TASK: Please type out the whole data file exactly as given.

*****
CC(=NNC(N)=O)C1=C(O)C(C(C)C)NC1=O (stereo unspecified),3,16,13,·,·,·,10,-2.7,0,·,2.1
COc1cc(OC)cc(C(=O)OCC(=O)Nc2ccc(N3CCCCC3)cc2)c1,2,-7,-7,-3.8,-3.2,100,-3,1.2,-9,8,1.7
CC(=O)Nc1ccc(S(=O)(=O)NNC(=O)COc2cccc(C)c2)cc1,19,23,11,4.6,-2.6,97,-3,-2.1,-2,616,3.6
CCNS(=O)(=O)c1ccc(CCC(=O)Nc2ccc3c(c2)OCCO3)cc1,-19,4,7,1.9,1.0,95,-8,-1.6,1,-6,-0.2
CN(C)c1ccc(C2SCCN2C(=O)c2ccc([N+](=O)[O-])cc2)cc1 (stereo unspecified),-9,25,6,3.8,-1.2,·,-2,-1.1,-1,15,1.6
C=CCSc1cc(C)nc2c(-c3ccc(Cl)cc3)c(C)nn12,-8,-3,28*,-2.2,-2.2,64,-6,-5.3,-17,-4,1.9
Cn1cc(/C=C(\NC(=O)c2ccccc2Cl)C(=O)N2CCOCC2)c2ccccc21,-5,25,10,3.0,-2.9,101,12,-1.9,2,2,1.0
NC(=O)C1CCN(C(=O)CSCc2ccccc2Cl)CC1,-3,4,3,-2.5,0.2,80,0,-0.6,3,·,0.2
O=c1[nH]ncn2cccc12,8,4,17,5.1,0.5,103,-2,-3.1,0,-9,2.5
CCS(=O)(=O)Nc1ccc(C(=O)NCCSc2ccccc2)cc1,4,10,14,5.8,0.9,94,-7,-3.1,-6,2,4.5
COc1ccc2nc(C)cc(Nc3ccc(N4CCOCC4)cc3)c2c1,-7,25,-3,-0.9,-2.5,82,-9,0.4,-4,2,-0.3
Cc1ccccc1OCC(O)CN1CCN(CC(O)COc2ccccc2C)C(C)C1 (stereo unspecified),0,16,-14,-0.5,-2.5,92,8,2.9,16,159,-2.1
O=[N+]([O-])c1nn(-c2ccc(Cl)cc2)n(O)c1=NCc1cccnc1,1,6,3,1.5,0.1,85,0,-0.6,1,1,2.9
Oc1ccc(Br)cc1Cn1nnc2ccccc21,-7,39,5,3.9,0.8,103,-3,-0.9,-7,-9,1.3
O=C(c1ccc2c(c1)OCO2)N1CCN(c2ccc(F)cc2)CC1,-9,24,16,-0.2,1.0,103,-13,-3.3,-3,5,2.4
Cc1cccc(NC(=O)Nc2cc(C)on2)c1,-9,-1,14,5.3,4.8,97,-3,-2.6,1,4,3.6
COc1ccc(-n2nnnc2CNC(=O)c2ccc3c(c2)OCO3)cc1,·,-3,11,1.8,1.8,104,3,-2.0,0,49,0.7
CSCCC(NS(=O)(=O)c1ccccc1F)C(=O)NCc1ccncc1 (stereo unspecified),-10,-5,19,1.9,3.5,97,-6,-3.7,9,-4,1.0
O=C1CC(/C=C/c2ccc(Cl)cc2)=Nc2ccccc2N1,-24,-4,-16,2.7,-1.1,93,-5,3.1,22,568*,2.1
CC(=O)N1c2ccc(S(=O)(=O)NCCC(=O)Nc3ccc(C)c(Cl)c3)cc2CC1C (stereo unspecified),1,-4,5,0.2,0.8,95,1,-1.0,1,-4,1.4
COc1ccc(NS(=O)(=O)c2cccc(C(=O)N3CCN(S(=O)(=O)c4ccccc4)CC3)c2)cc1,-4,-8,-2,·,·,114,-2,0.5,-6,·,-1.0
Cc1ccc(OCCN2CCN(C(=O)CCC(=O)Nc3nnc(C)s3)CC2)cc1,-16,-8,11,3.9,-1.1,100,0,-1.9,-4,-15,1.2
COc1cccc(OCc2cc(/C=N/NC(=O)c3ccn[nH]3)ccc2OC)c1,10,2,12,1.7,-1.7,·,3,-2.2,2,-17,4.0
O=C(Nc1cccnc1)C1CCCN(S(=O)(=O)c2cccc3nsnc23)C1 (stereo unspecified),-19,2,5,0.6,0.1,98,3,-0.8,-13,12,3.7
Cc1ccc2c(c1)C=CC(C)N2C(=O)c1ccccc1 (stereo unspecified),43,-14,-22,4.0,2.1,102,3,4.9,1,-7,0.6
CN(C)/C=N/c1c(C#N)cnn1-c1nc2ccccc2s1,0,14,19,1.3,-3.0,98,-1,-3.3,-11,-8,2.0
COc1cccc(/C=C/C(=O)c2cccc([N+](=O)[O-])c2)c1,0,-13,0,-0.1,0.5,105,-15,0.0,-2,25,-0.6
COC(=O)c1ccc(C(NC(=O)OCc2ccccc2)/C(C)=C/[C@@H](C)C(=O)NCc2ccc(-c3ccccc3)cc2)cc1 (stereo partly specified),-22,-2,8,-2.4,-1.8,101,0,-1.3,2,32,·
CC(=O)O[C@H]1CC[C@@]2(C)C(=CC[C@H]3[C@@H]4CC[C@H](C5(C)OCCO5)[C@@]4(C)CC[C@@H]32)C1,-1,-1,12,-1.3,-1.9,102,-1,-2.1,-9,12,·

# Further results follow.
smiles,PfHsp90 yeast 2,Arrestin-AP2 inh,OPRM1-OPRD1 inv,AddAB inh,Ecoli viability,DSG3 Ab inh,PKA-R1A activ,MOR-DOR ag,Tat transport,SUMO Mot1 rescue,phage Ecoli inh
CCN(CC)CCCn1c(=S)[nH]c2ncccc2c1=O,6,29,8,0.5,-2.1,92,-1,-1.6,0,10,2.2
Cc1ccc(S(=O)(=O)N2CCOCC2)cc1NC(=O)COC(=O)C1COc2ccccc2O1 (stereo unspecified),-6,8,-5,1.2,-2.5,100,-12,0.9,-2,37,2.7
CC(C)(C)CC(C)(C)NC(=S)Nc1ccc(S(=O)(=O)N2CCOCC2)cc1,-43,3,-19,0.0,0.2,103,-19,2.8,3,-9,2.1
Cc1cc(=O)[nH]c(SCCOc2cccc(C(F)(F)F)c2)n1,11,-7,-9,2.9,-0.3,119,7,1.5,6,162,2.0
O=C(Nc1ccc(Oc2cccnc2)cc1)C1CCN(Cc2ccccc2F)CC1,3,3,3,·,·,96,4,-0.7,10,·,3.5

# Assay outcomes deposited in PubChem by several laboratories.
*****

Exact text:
CC(=NNC(N)=O)C1=C(O)C(C(C)C)NC1=O (stereo unspecified),3,16,13,·,·,·,10,-2.7,0,·,2.1
COc1cc(OC)cc(C(=O)OCC(=O)Nc2ccc(N3CCCCC3)cc2)c1,2,-7,-7,-3.8,-3.2,100,-3,1.2,-9,8,1.7
CC(=O)Nc1ccc(S(=O)(=O)NNC(=O)COc2cccc(C)c2)cc1,19,23,11,4.6,-2.6,97,-3,-2.1,-2,616,3.6
CCNS(=O)(=O)c1ccc(CCC(=O)Nc2ccc3c(c2)OCCO3)cc1,-19,4,7,1.9,1.0,95,-8,-1.6,1,-6,-0.2
CN(C)c1ccc(C2SCCN2C(=O)c2ccc([N+](=O)[O-])cc2)cc1 (stereo unspecified),-9,25,6,3.8,-1.2,·,-2,-1.1,-1,15,1.6
C=CCSc1cc(C)nc2c(-c3ccc(Cl)cc3)c(C)nn12,-8,-3,28*,-2.2,-2.2,64,-6,-5.3,-17,-4,1.9
Cn1cc(/C=C(\NC(=O)c2ccccc2Cl)C(=O)N2CCOCC2)c2ccccc21,-5,25,10,3.0,-2.9,101,12,-1.9,2,2,1.0
NC(=O)C1CCN(C(=O)CSCc2ccccc2Cl)CC1,-3,4,3,-2.5,0.2,80,0,-0.6,3,·,0.2
O=c1[nH]ncn2cccc12,8,4,17,5.1,0.5,103,-2,-3.1,0,-9,2.5
CCS(=O)(=O)Nc1ccc(C(=O)NCCSc2ccccc2)cc1,4,10,14,5.8,0.9,94,-7,-3.1,-6,2,4.5
COc1ccc2nc(C)cc(Nc3ccc(N4CCOCC4)cc3)c2c1,-7,25,-3,-0.9,-2.5,82,-9,0.4,-4,2,-0.3
Cc1ccccc1OCC(O)CN1CCN(CC(O)COc2ccccc2C)C(C)C1 (stereo unspecified),0,16,-14,-0.5,-2.5,92,8,2.9,16,159,-2.1
O=[N+]([O-])c1nn(-c2ccc(Cl)cc2)n(O)c1=NCc1cccnc1,1,6,3,1.5,0.1,85,0,-0.6,1,1,2.9
Oc1ccc(Br)cc1Cn1nnc2ccccc21,-7,39,5,3.9,0.8,103,-3,-0.9,-7,-9,1.3
O=C(c1ccc2c(c1)OCO2)N1CCN(c2ccc(F)cc2)CC1,-9,24,16,-0.2,1.0,103,-13,-3.3,-3,5,2.4
Cc1cccc(NC(=O)Nc2cc(C)on2)c1,-9,-1,14,5.3,4.8,97,-3,-2.6,1,4,3.6
COc1ccc(-n2nnnc2CNC(=O)c2ccc3c(c2)OCO3)cc1,·,-3,11,1.8,1.8,104,3,-2.0,0,49,0.7
CSCCC(NS(=O)(=O)c1ccccc1F)C(=O)NCc1ccncc1 (stereo unspecified),-10,-5,19,1.9,3.5,97,-6,-3.7,9,-4,1.0
O=C1CC(/C=C/c2ccc(Cl)cc2)=Nc2ccccc2N1,-24,-4,-16,2.7,-1.1,93,-5,3.1,22,568*,2.1
CC(=O)N1c2ccc(S(=O)(=O)NCCC(=O)Nc3ccc(C)c(Cl)c3)cc2CC1C (stereo unspecified),1,-4,5,0.2,0.8,95,1,-1.0,1,-4,1.4
COc1ccc(NS(=O)(=O)c2cccc(C(=O)N3CCN(S(=O)(=O)c4ccccc4)CC3)c2)cc1,-4,-8,-2,·,·,114,-2,0.5,-6,·,-1.0
Cc1ccc(OCCN2CCN(C(=O)CCC(=O)Nc3nnc(C)s3)CC2)cc1,-16,-8,11,3.9,-1.1,100,0,-1.9,-4,-15,1.2
COc1cccc(OCc2cc(/C=N/NC(=O)c3ccn[nH]3)ccc2OC)c1,10,2,12,1.7,-1.7,·,3,-2.2,2,-17,4.0
O=C(Nc1cccnc1)C1CCCN(S(=O)(=O)c2cccc3nsnc23)C1 (stereo unspecified),-19,2,5,0.6,0.1,98,3,-0.8,-13,12,3.7
Cc1ccc2c(c1)C=CC(C)N2C(=O)c1ccccc1 (stereo unspecified),43,-14,-22,4.0,2.1,102,3,4.9,1,-7,0.6
CN(C)/C=N/c1c(C#N)cnn1-c1nc2ccccc2s1,0,14,19,1.3,-3.0,98,-1,-3.3,-11,-8,2.0
COc1cccc(/C=C/C(=O)c2cccc([N+](=O)[O-])c2)c1,0,-13,0,-0.1,0.5,105,-15,0.0,-2,25,-0.6
COC(=O)c1ccc(C(NC(=O)OCc2ccccc2)/C(C)=C/[C@@H](C)C(=O)NCc2ccc(-c3ccccc3)cc2)cc1 (stereo partly specified),-22,-2,8,-2.4,-1.8,101,0,-1.3,2,32,·
CC(=O)O[C@H]1CC[C@@]2(C)C(=CC[C@H]3[C@@H]4CC[C@H](C5(C)OCCO5)[C@@]4(C)CC[C@@H]32)C1,-1,-1,12,-1.3,-1.9,102,-1,-2.1,-9,12,·

# Further results follow.
smiles,PfHsp90 yeast 2,Arrestin-AP2 inh,OPRM1-OPRD1 inv,AddAB inh,Ecoli viability,DSG3 Ab inh,PKA-R1A activ,MOR-DOR ag,Tat transport,SUMO Mot1 rescue,phage Ecoli inh
CCN(CC)CCCn1c(=S)[nH]c2ncccc2c1=O,6,29,8,0.5,-2.1,92,-1,-1.6,0,10,2.2
Cc1ccc(S(=O)(=O)N2CCOCC2)cc1NC(=O)COC(=O)C1COc2ccccc2O1 (stereo unspecified),-6,8,-5,1.2,-2.5,100,-12,0.9,-2,37,2.7
CC(C)(C)CC(C)(C)NC(=S)Nc1ccc(S(=O)(=O)N2CCOCC2)cc1,-43,3,-19,0.0,0.2,103,-19,2.8,3,-9,2.1
Cc1cc(=O)[nH]c(SCCOc2cccc(C(F)(F)F)c2)n1,11,-7,-9,2.9,-0.3,119,7,1.5,6,162,2.0
O=C(Nc1ccc(Oc2cccnc2)cc1)C1CCN(Cc2ccccc2F)CC1,3,3,3,·,·,96,4,-0.7,10,·,3.5

# Assay outcomes deposited in PubChem by several laboratories.